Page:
Left, Henry Ford Hospital (1932). Right, The Dream (The Bed) (1940)
I have long felt a deep connection to the artist, which had strengthened after I discovered my own broken parts. I particularly related to her in regard to the way she used her art and clothing style to reconcile herself with her broken body. Every morning, as if in a ritual, Frida would dress herself up like like Cinderella going to the ball, arranging her costume and jewelry so as to hide the wounds on her body. Is that why I’m so interested in weird clothes?
Left, Appearances Can Be Deceiving, Frida Kahlo. Right, Installation: Appearances Can Be Deceiving, Frida Kahlo Museum, 2012.
“With a carefully curated wardrobe, Kahlo used her sense of style to define and conceal herself at will, fashioning an iconic status and establishing herself as a Mexican pop cultural figure. She used the fact that her clothes had to be customized to fit her body and accommodate her disability to her advantage. As Kahlo noted during her time in San Francisco, in a quote displayed on the museum’s wall, ‘the gringos really like me a lot and take notice of all the dresses and rebozos that I brought with me. Their jaws drop at the sight of my jade necklaces and all the painters want me to pose for them.'”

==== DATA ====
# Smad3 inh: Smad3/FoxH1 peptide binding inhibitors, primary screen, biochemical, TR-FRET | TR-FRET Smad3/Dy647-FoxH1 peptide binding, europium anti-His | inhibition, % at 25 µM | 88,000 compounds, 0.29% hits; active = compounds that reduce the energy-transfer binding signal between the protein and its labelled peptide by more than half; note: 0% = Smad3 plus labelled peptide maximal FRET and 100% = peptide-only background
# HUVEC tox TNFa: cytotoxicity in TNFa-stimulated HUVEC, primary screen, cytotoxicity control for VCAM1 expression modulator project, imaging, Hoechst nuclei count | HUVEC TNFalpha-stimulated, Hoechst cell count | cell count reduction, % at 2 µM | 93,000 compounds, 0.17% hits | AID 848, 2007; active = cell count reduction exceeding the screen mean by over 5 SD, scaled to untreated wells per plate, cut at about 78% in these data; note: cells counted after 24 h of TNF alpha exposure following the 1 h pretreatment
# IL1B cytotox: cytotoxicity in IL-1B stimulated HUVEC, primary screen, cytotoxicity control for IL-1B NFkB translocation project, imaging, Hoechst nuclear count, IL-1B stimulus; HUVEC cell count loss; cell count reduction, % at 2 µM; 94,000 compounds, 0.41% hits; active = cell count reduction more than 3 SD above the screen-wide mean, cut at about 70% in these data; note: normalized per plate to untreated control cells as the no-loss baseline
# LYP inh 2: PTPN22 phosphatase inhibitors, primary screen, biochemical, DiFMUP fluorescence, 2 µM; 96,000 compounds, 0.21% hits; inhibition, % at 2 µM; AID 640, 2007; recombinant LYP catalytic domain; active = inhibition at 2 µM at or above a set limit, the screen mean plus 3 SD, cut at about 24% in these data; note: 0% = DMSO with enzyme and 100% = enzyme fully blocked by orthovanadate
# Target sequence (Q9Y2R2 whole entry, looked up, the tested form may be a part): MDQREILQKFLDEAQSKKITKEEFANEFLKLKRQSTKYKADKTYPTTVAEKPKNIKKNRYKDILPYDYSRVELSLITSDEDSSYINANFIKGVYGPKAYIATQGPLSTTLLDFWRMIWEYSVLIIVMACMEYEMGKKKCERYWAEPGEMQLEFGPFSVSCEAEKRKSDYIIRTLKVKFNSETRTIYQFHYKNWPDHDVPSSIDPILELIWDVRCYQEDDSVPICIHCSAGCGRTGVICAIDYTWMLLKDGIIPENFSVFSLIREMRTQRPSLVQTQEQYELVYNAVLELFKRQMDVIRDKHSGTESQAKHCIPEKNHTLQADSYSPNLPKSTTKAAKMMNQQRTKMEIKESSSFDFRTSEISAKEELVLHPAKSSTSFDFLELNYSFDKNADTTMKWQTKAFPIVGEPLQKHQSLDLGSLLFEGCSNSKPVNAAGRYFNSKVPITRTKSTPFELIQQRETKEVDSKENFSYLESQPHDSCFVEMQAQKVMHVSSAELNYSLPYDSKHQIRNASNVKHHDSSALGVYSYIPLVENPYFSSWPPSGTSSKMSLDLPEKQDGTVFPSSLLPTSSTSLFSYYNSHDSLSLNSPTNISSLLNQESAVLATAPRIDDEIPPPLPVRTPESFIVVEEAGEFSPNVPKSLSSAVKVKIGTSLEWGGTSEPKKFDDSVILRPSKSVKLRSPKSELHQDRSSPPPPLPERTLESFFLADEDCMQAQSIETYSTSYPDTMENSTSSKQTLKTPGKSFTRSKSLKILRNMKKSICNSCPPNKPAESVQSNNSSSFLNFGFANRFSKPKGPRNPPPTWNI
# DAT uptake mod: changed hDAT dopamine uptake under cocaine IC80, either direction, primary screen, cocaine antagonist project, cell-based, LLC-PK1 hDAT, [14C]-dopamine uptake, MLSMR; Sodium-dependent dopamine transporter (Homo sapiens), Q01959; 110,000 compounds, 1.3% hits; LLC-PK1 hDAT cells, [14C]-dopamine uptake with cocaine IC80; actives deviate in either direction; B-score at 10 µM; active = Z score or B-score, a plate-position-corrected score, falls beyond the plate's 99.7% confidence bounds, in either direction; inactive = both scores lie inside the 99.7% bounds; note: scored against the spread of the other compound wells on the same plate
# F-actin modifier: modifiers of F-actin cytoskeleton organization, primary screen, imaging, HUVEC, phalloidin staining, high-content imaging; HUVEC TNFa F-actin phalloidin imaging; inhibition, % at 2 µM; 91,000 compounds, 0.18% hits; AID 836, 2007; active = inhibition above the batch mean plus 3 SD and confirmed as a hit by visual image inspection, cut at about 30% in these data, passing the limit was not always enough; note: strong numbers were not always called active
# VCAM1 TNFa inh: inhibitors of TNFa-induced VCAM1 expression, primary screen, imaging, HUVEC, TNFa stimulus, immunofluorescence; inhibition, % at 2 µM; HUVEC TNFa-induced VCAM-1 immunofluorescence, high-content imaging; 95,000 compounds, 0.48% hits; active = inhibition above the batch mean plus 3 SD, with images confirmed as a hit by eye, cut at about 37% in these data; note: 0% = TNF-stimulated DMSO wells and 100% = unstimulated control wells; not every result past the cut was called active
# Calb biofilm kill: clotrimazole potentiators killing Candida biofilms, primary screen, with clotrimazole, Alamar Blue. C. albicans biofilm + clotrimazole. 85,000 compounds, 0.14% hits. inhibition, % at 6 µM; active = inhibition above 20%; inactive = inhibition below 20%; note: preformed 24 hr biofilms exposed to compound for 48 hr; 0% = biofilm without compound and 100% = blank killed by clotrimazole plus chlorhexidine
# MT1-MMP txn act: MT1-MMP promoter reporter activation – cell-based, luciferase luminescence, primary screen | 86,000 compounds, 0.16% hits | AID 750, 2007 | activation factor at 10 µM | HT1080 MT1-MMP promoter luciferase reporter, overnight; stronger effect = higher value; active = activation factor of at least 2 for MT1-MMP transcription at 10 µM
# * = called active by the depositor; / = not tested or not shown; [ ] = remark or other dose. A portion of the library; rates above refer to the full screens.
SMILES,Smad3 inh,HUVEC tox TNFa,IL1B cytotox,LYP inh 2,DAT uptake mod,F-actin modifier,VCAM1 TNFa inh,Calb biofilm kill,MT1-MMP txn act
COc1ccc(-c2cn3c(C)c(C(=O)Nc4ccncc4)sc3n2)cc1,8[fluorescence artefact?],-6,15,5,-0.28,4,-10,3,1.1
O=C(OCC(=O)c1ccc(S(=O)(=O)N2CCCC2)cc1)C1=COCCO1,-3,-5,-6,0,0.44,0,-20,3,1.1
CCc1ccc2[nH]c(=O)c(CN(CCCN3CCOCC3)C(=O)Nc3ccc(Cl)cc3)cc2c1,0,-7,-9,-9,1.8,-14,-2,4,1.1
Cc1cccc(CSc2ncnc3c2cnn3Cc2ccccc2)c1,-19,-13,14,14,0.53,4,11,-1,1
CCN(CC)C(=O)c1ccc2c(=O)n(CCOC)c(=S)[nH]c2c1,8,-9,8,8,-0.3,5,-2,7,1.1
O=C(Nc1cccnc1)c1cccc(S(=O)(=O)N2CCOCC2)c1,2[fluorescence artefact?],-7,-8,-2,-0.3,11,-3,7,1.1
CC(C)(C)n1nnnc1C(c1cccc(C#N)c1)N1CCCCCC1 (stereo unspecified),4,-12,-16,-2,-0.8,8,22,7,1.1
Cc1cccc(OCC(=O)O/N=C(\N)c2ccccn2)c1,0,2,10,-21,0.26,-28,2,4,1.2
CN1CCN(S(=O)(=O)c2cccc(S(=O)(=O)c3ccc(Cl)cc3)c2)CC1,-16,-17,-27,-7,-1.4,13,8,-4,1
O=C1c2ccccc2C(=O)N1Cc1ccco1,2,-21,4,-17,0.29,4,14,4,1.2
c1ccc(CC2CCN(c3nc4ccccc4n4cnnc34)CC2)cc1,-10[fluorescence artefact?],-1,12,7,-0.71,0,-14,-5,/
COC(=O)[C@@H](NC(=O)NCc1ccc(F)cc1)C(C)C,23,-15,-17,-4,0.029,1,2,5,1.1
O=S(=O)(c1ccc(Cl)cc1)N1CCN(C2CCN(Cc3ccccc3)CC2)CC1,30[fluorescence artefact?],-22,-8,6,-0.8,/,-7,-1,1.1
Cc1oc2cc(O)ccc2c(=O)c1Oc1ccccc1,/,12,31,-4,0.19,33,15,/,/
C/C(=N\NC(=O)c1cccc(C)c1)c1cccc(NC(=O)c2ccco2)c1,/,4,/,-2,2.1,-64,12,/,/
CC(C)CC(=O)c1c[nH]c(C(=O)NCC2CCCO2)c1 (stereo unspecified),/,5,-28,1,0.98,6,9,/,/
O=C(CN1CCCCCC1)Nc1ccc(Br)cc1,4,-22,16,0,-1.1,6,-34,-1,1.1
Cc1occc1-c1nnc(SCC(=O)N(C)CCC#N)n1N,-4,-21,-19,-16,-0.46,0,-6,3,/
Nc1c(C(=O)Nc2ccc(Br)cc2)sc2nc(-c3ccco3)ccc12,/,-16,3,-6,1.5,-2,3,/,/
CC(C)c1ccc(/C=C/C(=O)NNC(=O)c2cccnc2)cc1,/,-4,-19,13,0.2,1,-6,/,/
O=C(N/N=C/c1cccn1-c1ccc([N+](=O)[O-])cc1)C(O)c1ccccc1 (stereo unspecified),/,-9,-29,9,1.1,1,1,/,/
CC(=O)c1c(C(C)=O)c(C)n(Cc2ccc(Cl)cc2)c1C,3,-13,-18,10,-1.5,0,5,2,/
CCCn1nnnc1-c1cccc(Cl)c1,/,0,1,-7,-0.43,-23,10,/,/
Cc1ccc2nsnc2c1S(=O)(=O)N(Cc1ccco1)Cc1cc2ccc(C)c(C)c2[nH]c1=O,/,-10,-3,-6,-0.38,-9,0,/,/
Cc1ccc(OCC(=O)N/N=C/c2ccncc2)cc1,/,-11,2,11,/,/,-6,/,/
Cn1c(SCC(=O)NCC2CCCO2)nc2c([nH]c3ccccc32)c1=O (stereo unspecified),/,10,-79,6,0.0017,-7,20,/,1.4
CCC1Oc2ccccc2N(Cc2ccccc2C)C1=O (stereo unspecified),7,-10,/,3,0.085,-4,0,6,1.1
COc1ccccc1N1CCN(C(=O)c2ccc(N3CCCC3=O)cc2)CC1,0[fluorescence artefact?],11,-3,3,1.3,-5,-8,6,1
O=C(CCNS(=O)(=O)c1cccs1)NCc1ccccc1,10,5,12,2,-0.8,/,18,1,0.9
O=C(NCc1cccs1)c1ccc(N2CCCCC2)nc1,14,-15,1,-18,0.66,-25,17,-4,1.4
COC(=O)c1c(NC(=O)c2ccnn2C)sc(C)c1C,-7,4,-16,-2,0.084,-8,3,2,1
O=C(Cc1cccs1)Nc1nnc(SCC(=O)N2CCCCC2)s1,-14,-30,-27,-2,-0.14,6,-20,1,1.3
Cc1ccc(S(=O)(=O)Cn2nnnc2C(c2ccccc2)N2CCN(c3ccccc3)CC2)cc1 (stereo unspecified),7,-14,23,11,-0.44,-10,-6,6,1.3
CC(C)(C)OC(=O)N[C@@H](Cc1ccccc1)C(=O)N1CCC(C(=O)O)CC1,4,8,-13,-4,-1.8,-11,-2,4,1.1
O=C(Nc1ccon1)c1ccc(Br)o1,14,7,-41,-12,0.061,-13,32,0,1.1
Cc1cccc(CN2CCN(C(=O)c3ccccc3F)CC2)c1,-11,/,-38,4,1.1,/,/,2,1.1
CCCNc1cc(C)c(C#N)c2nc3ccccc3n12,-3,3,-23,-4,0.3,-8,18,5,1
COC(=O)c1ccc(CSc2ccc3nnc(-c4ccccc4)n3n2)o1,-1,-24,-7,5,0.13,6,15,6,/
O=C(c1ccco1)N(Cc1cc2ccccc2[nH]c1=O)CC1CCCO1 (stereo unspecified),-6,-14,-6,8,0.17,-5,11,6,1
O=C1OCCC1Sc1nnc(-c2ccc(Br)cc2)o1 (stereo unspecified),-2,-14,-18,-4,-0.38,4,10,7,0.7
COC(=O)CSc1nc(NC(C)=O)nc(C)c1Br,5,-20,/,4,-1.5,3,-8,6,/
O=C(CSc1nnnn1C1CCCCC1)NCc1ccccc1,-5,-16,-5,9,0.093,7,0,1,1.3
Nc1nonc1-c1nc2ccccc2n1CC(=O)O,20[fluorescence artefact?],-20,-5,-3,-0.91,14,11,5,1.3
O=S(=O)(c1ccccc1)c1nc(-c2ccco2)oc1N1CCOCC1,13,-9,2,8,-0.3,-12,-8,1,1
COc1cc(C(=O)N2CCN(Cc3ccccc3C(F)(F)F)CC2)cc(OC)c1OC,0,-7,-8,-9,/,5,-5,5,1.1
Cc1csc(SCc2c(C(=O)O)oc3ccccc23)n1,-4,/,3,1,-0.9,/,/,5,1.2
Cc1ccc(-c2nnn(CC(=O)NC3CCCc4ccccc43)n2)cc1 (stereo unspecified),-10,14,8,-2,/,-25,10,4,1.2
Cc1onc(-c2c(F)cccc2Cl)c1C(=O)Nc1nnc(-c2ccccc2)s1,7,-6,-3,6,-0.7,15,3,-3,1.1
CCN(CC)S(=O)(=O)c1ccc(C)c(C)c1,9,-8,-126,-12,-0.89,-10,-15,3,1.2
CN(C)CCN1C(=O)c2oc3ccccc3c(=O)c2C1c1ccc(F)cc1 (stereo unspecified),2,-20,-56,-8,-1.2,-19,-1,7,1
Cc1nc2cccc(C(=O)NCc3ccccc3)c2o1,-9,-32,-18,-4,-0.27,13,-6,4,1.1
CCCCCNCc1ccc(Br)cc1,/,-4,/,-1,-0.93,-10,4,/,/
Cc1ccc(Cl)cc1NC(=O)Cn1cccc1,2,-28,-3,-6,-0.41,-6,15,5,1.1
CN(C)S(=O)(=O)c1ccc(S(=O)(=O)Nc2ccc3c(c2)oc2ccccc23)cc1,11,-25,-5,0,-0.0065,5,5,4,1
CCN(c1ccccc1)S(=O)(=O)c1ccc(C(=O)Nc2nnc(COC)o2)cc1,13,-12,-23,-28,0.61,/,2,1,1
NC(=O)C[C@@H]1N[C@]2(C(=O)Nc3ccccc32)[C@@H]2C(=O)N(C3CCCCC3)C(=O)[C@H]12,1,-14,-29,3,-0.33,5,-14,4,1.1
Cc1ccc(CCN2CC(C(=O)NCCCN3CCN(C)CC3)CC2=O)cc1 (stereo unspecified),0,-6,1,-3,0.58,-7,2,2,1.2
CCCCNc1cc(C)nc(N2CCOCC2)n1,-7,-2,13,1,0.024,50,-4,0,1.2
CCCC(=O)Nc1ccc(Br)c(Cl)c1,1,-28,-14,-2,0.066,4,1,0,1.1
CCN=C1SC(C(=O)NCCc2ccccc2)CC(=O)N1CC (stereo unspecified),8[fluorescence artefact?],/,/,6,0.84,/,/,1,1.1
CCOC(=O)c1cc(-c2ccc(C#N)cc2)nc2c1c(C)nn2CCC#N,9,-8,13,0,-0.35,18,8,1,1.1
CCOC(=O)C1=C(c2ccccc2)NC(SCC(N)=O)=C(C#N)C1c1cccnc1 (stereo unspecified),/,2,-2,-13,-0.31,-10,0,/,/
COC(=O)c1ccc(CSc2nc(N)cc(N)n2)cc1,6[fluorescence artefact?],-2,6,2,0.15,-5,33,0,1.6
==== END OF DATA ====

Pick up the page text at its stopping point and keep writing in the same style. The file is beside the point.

“The gringos really like me a lot…” A Frida Kahlo inspired design at the Jean Paul Gaultier Spring/Summer 1998 fashion week.
During her lifetime, Frida created some 200 paintings, drawings and sketches related to her experiences in life, her physical and emotional pain, and her turbulent relationship with Diego. Out of her 151 paintings, 55 are self-portraits. When asked why she painted so many self-portraits, Frida replied: “Because I am so often alone….because I am the subject I know best.” A Mexican critic noted that “her paintings are her biography.” (See a slide show about Frida’s life.)
Self-portrait with a Necklace, 1933.
In early July 1954, Frida made her last public appearance, when she participated in a Communist street demonstration. Soon after, on July 13th, 1954, at the age of 47, she died. Many mourners gathered at the crematorium to say goodbye. As the coffin was slid into the incinerator, her admirers’ lamentations and weeping filled the room. Legend has it that a sudden blast of heat from the open incinerator doors caused her body to bolt upright. Her hair, now on fire, blazed around her head like a halo. Her lips seemed to break into a bewitching grin just as the doors closed.